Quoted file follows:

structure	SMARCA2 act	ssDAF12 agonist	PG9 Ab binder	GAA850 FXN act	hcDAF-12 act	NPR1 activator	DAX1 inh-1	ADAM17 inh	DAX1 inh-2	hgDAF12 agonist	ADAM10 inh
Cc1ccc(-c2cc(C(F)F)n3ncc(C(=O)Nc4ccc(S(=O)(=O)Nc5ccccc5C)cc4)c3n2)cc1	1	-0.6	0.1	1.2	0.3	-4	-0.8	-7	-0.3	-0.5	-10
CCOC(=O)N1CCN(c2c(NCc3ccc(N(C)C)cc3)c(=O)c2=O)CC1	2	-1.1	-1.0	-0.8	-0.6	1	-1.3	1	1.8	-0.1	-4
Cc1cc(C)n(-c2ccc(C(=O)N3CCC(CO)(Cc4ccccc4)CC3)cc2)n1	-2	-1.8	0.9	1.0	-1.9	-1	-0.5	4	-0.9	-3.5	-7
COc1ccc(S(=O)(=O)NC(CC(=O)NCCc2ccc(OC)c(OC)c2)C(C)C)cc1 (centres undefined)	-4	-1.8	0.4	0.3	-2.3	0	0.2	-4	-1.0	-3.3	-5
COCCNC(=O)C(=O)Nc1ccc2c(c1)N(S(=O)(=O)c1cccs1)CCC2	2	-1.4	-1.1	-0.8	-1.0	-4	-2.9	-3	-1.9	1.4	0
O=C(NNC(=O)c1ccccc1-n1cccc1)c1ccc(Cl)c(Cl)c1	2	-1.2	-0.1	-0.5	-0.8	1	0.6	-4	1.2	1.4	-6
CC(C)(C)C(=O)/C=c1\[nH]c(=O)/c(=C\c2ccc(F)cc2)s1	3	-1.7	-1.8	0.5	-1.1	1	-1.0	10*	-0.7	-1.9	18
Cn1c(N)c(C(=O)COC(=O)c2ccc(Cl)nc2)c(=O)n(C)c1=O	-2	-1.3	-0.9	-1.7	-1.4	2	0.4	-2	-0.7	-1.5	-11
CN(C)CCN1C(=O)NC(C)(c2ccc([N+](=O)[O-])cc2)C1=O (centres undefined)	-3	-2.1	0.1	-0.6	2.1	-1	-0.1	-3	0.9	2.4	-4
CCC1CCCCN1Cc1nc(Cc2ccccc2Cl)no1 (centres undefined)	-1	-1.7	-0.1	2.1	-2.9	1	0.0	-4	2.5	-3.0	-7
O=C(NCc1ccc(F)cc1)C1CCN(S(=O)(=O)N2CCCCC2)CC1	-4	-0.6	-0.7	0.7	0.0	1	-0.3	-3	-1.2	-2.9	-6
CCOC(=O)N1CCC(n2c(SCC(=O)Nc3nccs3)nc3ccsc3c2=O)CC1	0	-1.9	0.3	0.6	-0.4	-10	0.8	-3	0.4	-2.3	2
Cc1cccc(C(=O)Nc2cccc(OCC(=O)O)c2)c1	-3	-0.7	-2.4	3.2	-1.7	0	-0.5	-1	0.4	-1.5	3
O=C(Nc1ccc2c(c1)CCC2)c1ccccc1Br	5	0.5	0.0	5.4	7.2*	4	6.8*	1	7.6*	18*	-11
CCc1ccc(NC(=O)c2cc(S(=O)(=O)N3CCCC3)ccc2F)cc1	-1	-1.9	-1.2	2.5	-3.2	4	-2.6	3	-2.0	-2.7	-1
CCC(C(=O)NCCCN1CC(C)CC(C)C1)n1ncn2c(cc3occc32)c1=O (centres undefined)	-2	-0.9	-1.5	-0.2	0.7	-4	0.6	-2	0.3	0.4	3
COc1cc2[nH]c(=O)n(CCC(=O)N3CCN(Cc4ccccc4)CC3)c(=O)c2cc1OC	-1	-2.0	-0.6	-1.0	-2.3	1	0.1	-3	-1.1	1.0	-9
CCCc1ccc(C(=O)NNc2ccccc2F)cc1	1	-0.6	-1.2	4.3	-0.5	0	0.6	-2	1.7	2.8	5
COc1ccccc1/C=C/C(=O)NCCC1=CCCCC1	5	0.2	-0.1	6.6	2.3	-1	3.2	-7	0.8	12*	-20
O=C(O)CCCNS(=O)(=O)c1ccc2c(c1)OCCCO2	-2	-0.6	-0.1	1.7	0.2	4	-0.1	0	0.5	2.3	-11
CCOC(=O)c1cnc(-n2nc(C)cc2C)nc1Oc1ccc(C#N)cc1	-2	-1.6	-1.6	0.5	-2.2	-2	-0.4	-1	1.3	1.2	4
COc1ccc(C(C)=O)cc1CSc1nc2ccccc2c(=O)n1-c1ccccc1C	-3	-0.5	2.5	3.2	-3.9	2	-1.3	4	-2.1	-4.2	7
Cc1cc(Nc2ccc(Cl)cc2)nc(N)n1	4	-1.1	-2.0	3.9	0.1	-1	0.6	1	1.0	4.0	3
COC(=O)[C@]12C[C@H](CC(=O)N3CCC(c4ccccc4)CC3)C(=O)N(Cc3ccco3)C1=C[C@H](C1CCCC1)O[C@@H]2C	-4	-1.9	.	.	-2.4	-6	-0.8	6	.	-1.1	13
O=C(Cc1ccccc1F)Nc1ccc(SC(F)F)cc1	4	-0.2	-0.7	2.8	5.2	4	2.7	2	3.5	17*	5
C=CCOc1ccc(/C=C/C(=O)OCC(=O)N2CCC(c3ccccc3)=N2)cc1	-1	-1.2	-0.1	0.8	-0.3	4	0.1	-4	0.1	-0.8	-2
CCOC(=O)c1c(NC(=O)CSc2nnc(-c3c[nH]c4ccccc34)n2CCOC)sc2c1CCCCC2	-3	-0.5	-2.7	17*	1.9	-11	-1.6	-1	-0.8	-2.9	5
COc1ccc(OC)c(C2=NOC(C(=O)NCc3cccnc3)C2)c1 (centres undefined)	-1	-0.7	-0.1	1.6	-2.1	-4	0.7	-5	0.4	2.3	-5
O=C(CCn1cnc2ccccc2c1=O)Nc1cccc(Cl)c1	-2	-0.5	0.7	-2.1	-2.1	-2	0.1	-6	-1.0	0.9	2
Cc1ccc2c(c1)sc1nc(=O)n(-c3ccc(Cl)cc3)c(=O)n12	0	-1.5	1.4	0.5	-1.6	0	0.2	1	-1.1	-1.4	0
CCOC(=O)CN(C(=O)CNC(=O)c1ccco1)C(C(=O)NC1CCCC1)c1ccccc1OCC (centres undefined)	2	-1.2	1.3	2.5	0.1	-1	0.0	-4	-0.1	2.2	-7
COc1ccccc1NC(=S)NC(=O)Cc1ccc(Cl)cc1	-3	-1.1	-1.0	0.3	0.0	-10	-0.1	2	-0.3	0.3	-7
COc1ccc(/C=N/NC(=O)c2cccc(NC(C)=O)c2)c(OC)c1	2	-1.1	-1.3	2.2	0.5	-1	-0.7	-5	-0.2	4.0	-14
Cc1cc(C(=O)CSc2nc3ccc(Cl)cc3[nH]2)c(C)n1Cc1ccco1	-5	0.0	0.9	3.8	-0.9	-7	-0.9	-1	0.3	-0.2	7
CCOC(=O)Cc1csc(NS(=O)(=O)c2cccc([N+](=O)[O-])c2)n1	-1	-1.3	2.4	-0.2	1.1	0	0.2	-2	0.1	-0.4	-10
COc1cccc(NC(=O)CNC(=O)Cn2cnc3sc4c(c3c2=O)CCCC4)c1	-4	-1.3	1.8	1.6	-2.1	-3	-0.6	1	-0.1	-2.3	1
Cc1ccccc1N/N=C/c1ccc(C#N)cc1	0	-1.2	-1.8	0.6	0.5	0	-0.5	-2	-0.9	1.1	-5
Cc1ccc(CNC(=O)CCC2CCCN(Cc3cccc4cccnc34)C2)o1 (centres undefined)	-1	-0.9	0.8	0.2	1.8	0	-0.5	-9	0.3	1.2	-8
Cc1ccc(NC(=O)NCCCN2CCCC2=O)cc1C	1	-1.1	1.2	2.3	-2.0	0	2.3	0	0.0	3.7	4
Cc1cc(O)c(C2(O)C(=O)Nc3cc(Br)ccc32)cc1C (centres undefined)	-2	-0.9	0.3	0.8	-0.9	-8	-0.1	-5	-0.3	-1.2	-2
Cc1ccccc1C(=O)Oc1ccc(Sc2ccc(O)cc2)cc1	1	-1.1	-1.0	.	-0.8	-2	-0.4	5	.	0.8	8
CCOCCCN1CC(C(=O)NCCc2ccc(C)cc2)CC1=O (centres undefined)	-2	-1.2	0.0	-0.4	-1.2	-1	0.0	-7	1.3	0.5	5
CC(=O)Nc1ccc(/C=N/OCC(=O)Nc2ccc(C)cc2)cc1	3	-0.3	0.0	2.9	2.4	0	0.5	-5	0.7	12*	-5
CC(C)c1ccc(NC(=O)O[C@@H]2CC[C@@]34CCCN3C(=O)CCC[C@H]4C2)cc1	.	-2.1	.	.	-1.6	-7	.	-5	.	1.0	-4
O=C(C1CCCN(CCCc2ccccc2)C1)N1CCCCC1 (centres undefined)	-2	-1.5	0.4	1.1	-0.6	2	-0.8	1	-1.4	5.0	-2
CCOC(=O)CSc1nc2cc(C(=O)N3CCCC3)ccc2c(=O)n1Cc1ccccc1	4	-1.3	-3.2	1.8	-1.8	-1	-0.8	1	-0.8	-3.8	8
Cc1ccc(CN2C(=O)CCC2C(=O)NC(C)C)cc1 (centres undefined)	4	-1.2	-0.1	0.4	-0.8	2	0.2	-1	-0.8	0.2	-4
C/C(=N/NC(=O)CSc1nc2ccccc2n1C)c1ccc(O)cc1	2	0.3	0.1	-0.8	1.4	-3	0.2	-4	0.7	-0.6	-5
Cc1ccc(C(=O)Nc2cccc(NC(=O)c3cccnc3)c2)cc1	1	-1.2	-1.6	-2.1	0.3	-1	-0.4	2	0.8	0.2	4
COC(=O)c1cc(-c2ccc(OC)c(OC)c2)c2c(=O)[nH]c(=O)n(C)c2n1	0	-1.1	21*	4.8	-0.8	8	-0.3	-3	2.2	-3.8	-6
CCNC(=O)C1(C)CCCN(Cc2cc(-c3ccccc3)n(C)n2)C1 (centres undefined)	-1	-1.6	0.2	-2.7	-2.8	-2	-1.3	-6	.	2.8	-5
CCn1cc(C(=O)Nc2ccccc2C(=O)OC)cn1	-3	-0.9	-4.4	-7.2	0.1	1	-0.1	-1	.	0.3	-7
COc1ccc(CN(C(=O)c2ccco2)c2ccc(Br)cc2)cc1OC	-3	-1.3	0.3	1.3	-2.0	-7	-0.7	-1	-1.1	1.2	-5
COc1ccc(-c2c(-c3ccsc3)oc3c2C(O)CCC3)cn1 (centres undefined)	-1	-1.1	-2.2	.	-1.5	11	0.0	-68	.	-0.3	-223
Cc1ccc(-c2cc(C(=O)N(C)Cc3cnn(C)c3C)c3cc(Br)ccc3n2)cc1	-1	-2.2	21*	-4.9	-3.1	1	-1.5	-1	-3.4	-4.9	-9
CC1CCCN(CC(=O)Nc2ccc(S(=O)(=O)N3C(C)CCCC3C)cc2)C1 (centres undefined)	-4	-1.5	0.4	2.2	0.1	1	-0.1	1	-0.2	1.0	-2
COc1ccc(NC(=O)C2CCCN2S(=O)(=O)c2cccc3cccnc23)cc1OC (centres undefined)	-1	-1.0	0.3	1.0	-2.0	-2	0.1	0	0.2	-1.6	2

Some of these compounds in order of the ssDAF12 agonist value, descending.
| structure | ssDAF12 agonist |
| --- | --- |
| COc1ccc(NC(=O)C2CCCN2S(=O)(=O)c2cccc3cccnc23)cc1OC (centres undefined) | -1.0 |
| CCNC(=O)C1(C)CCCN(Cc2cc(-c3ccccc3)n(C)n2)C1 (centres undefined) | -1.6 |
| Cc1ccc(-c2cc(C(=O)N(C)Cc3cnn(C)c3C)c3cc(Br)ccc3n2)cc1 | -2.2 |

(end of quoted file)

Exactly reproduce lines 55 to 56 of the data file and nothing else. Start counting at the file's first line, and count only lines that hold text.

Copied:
COc1ccc(-c2c(-c3ccsc3)oc3c2C(O)CCC3)cn1 (centres undefined)	-1	-1.1	-2.2	.	-1.5	11	0.0	-68	.	-0.3	-223
Cc1ccc(-c2cc(C(=O)N(C)Cc3cnn(C)c3C)c3cc(Br)ccc3n2)cc1	-1	-2.2	21*	-4.9	-3.1	1	-1.5	-1	-3.4	-4.9	-9